Mark Harrell of Bad Axe Tool Works corralled two of his new saws for us to test; he calls them Doc Holliday and Wyatt Earp, and optional quartersawn mesquite handles play to the Western theme. Why mesquite? Mark likes the hardness of the wood (2,345 on the Janka scale; cherry is 995), its stability and weight, and the way it looks.
The saws are certainly nice looking – in addition to the new handles, he now also offers black pearl nickel-plating on the carbon steel backs, which imparts a dull charcoal sheen that goes well the black split sawnuts. And, Mark says, it’s highly corrosion resistant.
These saws are, however, more than just pretty to look at – they also start easily and work well in the cut. Mark recently began hammer-setting his saw teeth, and the cut with both of these does seems smoother in comparison to some earlier Bad Axe saws I’ve tried.
I particularly like “Doc Holliday” ($195), the 10″ dovetail saw (though I’d rename it Annie Oakley). The handle is patterned, Mark says, after an 1876 Wheeler Madden & Clemson saw, but he’s dropped the hang angle a bit, which helps get my hand comfortably in line with the blade and directly behind the cut. I typically affix Chris Schwarz’s twin-screw vise to my bench to cut dovetails but he’d already taken it home. So I had to lean over a bit farther to get my arm aligned correctly (as you’ll see in the video below), but once I get my own twin-screw made, I think Annie could become my go-to DT saw for all but the thinnest stock. The standard plate is .015″ thick, filed at 16 ppi rip. The one I tested was the optional .018″-thick plate, filed at 15 ppi rip (but Mark files by hand, so there’s a small degree of fleam, which helps facilitate the smooth cut).
The 10″-long plate is “canted,” with 2″ under the spine at the heel and 1-7/8″ at the toe. I like a canted plate; it makes it easier to avoid going over my baseline on the backside of the cut. I also like the weight of this saw because it helps it power through the cut (on our postal scale, Annie weighs in at .84 pounds; my usual dovetail saw is half that at .42). I suspect that after a long session of dovetailing, I might find the handle a skoch too thick for my hand – which means it will fit well into the paws of 95 percent of you who are reading this. The handle has a nice finish and it’s top horn comfortably wraps around the top of my hand.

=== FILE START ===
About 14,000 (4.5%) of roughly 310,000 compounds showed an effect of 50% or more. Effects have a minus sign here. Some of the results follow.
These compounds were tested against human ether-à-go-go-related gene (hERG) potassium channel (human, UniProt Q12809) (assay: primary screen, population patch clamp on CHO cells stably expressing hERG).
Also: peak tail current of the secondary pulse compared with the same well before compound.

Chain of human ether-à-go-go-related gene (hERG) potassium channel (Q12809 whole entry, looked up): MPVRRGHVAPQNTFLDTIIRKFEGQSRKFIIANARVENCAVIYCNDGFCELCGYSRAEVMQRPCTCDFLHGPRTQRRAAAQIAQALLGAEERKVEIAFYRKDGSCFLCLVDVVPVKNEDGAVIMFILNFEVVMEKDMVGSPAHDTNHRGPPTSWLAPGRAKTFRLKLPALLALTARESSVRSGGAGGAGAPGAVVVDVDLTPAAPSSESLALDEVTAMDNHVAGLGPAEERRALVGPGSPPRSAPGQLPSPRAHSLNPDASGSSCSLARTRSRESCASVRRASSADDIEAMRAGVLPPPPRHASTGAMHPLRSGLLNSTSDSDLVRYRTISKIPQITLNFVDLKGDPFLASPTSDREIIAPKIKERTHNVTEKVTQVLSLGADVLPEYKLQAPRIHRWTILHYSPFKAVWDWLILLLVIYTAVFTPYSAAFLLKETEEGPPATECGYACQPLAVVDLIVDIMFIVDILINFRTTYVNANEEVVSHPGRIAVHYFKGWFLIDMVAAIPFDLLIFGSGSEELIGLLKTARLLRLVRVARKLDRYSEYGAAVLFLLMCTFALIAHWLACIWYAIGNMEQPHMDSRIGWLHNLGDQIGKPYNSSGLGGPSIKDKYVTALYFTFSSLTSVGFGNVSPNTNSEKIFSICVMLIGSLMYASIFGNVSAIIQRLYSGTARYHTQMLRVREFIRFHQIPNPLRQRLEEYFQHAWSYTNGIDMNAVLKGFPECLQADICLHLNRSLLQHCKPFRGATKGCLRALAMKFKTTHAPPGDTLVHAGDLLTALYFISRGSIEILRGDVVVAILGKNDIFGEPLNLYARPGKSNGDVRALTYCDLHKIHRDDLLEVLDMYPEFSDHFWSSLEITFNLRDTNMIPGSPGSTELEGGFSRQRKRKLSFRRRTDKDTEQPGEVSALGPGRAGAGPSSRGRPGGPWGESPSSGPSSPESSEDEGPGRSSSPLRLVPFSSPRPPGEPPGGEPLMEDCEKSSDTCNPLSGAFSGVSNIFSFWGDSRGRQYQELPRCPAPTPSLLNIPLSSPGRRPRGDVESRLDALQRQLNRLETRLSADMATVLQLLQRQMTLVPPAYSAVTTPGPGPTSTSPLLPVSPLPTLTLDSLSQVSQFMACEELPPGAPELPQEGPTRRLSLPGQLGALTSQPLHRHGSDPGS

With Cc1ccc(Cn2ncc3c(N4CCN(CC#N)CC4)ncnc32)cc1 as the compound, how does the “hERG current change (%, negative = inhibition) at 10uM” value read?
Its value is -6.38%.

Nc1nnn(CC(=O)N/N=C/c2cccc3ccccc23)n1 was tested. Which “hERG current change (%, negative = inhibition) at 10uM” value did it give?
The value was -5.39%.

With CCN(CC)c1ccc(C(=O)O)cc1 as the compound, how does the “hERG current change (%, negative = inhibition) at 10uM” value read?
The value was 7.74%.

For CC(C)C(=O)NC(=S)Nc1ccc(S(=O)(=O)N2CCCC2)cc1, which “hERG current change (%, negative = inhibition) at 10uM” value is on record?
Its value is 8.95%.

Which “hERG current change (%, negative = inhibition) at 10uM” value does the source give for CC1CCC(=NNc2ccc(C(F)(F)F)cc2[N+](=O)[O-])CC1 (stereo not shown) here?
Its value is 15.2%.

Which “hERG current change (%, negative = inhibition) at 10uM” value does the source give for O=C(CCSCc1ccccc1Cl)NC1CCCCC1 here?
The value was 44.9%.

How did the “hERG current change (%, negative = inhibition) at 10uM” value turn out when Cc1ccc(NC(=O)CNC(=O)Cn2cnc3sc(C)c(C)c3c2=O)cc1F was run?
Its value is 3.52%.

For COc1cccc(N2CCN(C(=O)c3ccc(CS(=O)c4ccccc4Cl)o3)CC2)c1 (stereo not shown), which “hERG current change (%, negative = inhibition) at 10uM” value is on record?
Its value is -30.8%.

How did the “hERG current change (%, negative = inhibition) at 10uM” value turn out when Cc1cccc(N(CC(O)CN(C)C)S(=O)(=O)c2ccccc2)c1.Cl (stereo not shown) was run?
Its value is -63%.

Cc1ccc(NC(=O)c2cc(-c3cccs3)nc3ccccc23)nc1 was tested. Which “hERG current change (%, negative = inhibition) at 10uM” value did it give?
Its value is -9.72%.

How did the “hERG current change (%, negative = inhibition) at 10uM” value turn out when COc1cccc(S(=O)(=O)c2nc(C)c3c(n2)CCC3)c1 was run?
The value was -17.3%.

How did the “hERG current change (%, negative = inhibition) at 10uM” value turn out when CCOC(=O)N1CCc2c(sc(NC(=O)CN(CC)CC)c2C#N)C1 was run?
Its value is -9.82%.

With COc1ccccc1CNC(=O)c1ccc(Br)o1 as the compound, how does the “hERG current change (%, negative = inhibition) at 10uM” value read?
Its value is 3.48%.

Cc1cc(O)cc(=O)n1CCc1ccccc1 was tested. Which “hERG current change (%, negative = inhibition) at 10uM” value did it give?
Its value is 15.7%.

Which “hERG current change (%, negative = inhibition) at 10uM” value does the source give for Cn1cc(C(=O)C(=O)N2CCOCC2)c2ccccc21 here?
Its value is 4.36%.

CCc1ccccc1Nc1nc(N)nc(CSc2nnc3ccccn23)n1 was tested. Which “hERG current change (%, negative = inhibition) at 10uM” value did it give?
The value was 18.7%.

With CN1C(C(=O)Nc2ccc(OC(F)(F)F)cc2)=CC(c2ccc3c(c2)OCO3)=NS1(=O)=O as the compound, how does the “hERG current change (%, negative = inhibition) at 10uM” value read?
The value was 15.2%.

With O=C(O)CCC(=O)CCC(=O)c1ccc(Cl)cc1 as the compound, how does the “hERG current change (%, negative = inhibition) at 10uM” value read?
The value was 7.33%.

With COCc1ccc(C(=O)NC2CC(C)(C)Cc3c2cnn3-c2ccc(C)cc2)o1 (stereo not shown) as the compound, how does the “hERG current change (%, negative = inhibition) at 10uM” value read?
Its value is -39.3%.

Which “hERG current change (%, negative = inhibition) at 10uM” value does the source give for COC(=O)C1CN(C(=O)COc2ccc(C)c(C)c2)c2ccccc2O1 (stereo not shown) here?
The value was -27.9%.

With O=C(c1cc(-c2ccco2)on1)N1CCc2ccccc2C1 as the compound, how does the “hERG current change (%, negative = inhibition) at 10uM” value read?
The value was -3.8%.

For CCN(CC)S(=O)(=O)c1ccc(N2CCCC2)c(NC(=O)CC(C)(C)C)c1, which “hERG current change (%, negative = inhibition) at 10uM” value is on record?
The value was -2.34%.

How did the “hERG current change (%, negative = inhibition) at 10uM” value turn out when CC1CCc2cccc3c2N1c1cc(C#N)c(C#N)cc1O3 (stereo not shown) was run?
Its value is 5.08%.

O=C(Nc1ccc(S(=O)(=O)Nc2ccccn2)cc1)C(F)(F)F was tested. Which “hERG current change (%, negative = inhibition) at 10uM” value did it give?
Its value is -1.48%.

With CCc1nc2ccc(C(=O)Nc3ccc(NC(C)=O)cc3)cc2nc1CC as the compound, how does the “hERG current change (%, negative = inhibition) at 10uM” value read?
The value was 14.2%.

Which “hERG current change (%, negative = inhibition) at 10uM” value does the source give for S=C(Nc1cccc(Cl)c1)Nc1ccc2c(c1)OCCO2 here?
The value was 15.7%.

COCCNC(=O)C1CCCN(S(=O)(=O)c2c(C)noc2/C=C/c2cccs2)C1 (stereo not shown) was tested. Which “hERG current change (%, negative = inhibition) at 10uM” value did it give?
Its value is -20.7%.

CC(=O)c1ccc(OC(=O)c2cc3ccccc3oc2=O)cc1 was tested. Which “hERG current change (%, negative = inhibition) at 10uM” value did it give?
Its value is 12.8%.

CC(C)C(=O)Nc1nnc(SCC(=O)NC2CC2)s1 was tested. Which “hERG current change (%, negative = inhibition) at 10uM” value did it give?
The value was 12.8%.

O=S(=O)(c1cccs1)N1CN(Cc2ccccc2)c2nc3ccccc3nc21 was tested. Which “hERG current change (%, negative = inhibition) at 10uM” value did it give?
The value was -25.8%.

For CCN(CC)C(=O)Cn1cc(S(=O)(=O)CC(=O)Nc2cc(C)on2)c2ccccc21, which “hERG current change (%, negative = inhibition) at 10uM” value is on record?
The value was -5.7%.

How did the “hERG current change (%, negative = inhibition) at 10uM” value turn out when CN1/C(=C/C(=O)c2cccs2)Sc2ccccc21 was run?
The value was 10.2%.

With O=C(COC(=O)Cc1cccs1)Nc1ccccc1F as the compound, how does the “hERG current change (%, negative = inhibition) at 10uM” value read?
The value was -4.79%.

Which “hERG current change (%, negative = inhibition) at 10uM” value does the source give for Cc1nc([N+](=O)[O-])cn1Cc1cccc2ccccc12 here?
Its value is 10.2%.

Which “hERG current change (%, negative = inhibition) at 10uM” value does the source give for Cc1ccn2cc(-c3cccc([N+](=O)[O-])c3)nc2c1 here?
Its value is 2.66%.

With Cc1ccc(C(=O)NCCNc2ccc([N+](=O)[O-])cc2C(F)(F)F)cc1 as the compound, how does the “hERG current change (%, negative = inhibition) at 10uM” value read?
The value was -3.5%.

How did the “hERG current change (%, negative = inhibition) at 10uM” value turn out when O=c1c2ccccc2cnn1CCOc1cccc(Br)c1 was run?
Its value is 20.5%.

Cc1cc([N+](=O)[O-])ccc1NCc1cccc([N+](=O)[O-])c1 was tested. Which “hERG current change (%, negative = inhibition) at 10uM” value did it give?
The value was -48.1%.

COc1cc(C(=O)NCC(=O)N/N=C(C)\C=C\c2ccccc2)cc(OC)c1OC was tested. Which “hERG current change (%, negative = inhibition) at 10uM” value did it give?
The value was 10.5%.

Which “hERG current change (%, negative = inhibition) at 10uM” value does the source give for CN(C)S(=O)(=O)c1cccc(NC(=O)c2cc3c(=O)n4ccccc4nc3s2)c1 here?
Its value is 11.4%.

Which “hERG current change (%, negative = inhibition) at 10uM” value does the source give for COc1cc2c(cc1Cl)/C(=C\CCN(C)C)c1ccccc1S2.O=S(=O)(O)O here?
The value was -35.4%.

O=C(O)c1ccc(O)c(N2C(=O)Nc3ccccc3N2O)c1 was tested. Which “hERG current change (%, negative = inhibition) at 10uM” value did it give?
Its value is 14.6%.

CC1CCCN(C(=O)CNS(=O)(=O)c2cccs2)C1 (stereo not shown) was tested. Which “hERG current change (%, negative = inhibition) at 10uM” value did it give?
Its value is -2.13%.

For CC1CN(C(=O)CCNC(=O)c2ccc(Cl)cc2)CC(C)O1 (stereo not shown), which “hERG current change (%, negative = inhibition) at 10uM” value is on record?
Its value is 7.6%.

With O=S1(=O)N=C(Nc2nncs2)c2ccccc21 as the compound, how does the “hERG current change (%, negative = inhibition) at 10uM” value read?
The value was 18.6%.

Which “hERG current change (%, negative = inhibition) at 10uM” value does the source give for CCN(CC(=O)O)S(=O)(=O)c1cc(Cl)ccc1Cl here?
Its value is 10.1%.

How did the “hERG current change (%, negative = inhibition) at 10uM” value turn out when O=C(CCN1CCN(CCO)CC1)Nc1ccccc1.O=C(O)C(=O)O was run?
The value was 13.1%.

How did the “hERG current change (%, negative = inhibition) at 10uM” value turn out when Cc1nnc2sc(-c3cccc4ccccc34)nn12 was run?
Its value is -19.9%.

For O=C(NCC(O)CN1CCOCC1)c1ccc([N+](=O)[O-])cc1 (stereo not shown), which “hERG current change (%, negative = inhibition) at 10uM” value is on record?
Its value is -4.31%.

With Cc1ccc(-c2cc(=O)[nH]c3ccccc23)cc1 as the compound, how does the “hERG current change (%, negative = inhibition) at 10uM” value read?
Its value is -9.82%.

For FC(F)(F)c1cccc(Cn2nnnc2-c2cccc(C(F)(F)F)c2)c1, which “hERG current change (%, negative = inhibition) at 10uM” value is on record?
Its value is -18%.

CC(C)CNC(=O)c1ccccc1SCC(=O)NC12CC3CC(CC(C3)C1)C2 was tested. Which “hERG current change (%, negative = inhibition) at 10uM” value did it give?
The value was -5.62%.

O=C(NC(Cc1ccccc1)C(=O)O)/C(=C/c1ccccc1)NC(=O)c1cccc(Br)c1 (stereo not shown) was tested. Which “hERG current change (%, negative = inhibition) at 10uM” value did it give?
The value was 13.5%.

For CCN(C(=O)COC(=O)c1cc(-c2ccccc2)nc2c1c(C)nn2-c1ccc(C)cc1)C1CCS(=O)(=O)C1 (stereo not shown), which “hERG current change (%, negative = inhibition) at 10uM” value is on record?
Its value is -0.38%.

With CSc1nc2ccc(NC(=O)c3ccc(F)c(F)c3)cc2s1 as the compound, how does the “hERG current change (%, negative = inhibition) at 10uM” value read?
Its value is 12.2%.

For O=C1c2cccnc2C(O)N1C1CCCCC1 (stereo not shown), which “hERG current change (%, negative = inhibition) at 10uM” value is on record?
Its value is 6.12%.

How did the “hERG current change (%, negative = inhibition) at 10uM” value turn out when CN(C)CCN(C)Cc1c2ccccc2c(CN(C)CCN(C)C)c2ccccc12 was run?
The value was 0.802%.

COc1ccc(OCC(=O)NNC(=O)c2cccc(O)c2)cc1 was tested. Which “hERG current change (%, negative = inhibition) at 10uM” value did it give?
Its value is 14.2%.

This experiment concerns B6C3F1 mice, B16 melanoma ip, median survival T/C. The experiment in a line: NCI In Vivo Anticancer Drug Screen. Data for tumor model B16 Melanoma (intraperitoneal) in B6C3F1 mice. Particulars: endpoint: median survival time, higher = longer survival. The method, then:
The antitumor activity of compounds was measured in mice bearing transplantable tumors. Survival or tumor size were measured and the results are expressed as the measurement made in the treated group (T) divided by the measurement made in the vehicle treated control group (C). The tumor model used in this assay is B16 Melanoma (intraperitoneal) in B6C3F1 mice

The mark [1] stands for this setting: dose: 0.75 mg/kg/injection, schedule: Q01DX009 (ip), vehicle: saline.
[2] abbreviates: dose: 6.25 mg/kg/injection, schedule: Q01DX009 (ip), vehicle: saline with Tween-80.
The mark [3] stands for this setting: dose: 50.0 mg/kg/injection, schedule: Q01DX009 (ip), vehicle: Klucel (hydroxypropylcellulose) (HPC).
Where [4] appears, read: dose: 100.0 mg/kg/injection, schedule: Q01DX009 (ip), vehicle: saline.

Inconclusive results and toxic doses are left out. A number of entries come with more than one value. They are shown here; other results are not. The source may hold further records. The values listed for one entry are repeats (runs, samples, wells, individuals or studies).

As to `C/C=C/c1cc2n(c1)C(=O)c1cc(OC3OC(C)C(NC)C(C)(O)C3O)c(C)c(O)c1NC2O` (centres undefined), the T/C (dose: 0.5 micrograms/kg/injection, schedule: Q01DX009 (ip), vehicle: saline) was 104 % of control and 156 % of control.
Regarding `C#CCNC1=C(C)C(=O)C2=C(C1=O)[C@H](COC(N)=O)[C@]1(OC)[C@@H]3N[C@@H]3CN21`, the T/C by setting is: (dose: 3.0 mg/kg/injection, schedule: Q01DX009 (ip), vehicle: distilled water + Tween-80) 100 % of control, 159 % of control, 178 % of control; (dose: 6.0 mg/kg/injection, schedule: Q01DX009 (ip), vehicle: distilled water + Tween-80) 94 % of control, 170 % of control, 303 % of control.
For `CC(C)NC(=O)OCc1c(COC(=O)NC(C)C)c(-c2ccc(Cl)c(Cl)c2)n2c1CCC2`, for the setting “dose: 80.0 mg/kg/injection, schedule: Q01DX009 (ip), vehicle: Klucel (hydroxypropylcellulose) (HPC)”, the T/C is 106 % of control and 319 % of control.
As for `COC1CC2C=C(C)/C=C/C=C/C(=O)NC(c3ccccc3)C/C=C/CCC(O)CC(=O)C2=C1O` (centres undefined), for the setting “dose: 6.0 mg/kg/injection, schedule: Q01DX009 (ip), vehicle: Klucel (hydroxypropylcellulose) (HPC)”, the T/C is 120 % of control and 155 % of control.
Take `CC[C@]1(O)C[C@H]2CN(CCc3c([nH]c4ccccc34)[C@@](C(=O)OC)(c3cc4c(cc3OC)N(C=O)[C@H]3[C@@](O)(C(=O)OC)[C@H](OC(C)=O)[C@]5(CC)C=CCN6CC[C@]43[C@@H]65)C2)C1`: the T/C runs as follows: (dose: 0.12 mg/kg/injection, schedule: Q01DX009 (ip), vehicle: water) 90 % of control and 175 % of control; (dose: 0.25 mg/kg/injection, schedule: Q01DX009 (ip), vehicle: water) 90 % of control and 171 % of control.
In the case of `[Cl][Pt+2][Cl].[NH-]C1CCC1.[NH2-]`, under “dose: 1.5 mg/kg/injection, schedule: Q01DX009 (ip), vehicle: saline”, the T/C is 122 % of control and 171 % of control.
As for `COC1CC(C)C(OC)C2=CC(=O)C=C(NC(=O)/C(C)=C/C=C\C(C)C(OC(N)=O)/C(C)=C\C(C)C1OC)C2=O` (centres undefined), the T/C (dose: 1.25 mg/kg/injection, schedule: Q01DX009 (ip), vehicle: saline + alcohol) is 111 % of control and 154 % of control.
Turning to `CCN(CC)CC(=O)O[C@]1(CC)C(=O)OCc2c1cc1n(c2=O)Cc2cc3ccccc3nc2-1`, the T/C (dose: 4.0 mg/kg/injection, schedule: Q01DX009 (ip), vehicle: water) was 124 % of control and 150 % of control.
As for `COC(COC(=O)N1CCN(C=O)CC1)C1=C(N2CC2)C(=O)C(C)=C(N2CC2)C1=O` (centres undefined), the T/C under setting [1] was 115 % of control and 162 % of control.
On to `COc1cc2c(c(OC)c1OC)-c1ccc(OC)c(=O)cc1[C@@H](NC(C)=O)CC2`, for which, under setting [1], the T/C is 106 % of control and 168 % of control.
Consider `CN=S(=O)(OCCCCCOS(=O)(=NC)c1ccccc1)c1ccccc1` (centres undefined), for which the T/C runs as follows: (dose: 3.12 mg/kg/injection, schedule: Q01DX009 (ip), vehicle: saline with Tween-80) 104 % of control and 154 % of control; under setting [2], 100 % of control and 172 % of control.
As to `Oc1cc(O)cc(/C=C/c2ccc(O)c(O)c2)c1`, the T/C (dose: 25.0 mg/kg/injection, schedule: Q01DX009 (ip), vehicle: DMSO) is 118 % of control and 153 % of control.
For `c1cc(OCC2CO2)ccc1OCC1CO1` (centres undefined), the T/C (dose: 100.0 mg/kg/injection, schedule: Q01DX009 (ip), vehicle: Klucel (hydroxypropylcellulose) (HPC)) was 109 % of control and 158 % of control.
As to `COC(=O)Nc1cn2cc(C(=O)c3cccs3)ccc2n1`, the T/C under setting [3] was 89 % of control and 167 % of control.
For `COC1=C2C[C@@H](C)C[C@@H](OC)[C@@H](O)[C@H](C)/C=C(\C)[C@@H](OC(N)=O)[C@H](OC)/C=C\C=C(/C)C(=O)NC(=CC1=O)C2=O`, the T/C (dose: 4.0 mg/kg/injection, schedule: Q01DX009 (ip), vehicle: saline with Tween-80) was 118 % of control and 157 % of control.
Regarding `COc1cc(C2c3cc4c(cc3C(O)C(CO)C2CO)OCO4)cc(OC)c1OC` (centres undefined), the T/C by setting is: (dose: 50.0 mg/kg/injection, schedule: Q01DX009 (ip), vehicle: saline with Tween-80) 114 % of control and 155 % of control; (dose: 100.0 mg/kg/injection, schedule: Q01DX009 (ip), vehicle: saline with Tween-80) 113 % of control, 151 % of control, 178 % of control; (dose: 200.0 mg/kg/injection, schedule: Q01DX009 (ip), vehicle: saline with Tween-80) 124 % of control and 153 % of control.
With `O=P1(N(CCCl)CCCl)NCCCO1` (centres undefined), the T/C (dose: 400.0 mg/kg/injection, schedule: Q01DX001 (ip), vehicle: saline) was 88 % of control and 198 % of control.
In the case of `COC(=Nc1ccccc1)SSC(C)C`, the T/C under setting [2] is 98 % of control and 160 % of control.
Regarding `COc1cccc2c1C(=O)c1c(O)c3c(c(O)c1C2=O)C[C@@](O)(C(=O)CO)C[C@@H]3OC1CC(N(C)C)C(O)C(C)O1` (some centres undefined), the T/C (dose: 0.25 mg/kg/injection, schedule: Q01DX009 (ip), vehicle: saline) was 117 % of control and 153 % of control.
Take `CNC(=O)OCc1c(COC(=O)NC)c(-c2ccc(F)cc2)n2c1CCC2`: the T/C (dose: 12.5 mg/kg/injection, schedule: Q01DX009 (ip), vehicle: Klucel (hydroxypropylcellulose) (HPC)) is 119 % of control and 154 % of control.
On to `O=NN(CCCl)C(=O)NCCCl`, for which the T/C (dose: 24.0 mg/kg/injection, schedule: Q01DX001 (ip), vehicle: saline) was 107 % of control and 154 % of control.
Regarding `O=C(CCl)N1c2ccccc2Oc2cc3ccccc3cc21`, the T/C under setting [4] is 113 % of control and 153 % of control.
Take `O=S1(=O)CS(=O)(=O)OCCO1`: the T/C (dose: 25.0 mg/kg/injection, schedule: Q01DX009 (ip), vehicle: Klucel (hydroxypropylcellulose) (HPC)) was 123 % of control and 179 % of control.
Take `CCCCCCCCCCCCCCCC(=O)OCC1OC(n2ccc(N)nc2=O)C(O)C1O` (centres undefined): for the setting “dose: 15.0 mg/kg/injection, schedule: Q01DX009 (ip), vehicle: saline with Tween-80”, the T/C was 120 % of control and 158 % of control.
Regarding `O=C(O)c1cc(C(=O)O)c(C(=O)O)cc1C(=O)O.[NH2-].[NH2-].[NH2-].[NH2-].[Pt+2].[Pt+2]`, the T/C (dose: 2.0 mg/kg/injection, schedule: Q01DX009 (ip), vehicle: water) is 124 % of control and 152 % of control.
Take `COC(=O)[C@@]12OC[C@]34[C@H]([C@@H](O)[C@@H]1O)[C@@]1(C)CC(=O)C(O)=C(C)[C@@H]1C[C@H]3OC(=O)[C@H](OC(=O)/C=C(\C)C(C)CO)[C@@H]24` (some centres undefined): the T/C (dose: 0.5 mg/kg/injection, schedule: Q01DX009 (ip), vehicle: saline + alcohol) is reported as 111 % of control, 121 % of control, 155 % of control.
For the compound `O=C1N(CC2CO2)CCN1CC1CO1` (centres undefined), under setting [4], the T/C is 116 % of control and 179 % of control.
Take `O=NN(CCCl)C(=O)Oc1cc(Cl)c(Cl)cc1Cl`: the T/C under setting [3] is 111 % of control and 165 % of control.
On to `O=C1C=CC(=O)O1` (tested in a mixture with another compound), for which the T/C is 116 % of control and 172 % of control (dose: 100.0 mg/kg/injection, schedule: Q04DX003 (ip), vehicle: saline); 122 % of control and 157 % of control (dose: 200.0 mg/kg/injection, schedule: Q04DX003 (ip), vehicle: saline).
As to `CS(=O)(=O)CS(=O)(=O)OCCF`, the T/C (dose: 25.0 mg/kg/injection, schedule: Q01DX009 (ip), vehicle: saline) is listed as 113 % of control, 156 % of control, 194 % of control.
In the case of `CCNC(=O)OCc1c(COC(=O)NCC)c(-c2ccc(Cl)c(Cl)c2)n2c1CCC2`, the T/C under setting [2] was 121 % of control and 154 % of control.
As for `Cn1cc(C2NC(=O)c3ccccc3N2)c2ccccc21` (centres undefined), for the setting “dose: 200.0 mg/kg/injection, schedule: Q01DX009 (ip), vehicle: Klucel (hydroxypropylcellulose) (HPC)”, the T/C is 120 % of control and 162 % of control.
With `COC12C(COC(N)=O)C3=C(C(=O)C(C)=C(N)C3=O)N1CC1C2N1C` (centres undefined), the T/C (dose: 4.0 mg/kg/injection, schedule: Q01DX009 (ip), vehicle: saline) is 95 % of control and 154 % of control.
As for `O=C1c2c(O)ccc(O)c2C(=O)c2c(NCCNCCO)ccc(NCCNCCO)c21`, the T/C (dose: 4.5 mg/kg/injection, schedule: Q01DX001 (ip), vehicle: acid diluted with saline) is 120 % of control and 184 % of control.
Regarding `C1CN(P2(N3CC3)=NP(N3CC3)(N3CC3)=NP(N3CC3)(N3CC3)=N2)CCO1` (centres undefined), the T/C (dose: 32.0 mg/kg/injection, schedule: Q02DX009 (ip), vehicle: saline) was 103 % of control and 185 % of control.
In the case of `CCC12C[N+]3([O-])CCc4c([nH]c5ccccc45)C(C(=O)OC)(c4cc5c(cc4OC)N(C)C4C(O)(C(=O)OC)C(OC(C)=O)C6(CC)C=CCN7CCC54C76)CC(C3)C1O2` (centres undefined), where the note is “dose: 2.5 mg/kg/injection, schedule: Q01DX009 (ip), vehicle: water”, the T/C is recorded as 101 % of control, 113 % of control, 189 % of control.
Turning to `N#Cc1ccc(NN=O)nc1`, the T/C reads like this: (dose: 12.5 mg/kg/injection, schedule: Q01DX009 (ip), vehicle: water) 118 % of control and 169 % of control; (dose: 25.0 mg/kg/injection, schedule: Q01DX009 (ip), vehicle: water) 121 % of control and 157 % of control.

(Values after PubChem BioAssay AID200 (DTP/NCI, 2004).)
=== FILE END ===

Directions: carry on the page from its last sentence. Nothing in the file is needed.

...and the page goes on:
“Wyatt Earp” ($210) is a nice 12″ guy to have in the shop, particularly if you’re going to have only one carcase saw, because this one is a hybrid filing. (Mark calls it a 12″ Dovetail/Small Tenon Saw, but I’ve had a little too much to drink of Chris’s Kool-Aid.)
This handle is patterned after an 1870s Disston, but as on the new 10″ saw, Mark adjusted the hang to get the user’s hand right behind the cut. This blade is also canted – 2-1/2″ at the heel and 2-3/8″ at the toe, with a sawplate thickness of .02″. It weighs 1.06 pounds, so it’s hefty enough to get the job done quickly. Mark sells this saw standard at 14 ppi rip, but the one I tested is 14 ppi hybrid-cut, and it does cut pretty well both in rip and crosscut modes (see the video for proof). Do I prefer a dedicated crosscut saw and a dedicated rip saw? Well, yes. But these cuts are nothing at which to sneeze.
Mark offers customization options on all his saws – from the nuts to the handles to the sawplates to the backs to the filing. So if you’re the kind of woodworker who likes a choice, his saws are worth a look. They’re also worth a listen: so take a moment and be soothed by the saws’ susurrus (no banjo music this time).
• Like saws but want to learn to use them better? Check out Christopher Schwarz’s DVD “Sawing Fundamentals.”
• Want to build a useful shop appliance while you’re perfecting your saw technique (along with a few other hand tools)? Get the DVD “Build a Sawbench with Christopher Schwarz.”